Not all possible filter configurations are realizable. If the specified configuration is not realizable an error message will be displayed and the parameters can be modified for a new try. Some of the realizable filters may not be practical due to the high quality factor(s) required. These filters will have attenuation rates much greater than 6 dB per octave per pole and usually have high ripple or passband attenuation. Quality factors over 10 are usually not practical. This is a very arbitrary number and is dependent on the ratio of the cutoff frequency to the bandwidth of the amplifiers used in implementing the active filter and accuracy requirements.

 

The theoretical DC gain of low pass even-order unity gain filters that have ripple in the passband (Chebyshev, Maximally Flat Filters Beyond the Origin and Elliptic) will not be unity at DC but will be low by the amount of the ripple in the passband. The gain will be unity in the passband at the frequencies where the ripple is a maximum. This is usually not acceptable in practical applications as in most cases the DC gain is expected to be unity. Therefore, in most practical applications the filter is designed such that the gain is unity at DC and the ripple increases the gain by the amount of the ripple specification. When this is the case the cutoff frequency is defined as that frequency at which the last ripple prior to the start of the attenuation slope is zero decibels or unity gain. All low pass filters designed with this program have unity gain at DC.

 

Filter Types:

 

The first set of filters, Butterworth, Bessel, Legendre, Papoulis-Legendre and Chebyshev are polynomial filters. That is, there is an actual equation for each of these filters. These filters optimize one property such as delay or attenuation rate while degrading other properties such as the sinusoidal or transient responses. The next set of filters, Maximally Flat and Elliptic are a ratio of polynomials and are empirically designed (designed by trial and error).

 

Butterworth Low Pass Filter:

 

Considered to have good sinusoidal amplitude response in the passband and poor transient response characteristics. Characterized as being maximally flat at the origin (DC) and the attenuation at the cutoff frequency being one over the square root of two which is -3.0103 dB (approximately -3 dB) for any number of poles. A line drawn asymptotic to the slope of the attenuation will intersect the zero dB axis at the cutoff frequency. The attenuation rate into the stopband is proportional to the number of poles. The attenuation into the stopband increases by a factor of two times the number of poles each time the frequency is increased by a factor of two. The attenuation of an ideal Butterworth filter approaches infinity as the frequency approaches infinity.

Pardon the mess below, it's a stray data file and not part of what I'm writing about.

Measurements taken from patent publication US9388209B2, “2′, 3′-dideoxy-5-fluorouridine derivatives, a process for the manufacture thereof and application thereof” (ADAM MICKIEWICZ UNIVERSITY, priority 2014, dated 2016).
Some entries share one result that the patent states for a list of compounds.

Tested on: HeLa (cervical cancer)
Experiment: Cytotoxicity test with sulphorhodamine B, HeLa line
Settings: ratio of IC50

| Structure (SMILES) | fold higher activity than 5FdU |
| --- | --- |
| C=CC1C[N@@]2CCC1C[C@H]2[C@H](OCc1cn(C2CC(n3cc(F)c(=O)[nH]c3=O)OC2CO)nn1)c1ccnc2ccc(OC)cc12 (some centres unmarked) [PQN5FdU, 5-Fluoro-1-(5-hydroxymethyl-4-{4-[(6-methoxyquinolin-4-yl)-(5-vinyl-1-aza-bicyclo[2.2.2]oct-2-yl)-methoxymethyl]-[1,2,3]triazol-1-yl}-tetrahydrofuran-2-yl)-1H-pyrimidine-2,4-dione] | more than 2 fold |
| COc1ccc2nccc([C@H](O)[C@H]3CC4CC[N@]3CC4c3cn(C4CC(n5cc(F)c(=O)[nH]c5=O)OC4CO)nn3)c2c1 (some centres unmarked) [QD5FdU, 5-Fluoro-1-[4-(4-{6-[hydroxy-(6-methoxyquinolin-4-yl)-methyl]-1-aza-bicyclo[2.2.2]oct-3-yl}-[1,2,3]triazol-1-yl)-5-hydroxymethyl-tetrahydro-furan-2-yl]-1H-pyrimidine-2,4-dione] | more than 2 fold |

Bessel Low Pass Filter:

 

Considered to have very good delay, poor sinusoidal amplitude response in the passband and relatively good transient response characteristics. Characterized as being maximally flat at the origin (DC) and the attenuation at the cutoff requency being greater than -3 dB dependent on the number of poles. The cutoff frequency is usually defined as the frequency at which a line drawn asymptotic to the slope of the attenuation curve intersects the zero dB axis. The rate of attenuation into the stopband increases by a factor of two times the number of poles each time the frequency is increased by a factor of two; same as the Butterworth filter. The attenuation of an ideal Bessel filter approaches infinity as the frequency approaches infinity.

 

Gaussian Low Pass Filter:

 

Considered to have very poor sinusoidal amplitude response in the passband and very good transient response characteristics. Characterized as being maximally flat at the origin (DC) and the attenuation at the cutoff frequency being greater than -3 dB dependent on the number of poles. The cutoff frequency is usually defined as the frequency at which a line drawn asymptotic to the slope of the attenuation curve intersects the zero dB axis. The rate of attenuation into the stopband increases by a factor of two times the number of poles each time the frequency is increased by a factor of two; same as the Butterworth filter. The attenuation of an an ideal Gaussian filter approaches infinity as the frequency approaches infinity.

 

Legendre Low Pass Filter:

 

This filter was derived from the Legendre polynomials of the 1st kind. It is similar to a Chebyshev filter in that it has ripple in the passband and the rate of attenuation beyond the cutoff frequency exceed two times the number of poles each time the frequency is increased by a factor of two. The cutoff frequency has been normalized to one over the square root of two which is -3.0103 dB. This filter is included to show the actual Legendre filter. The Legendre filter does not have much practical value. The Chebyshev filter provides more versatility.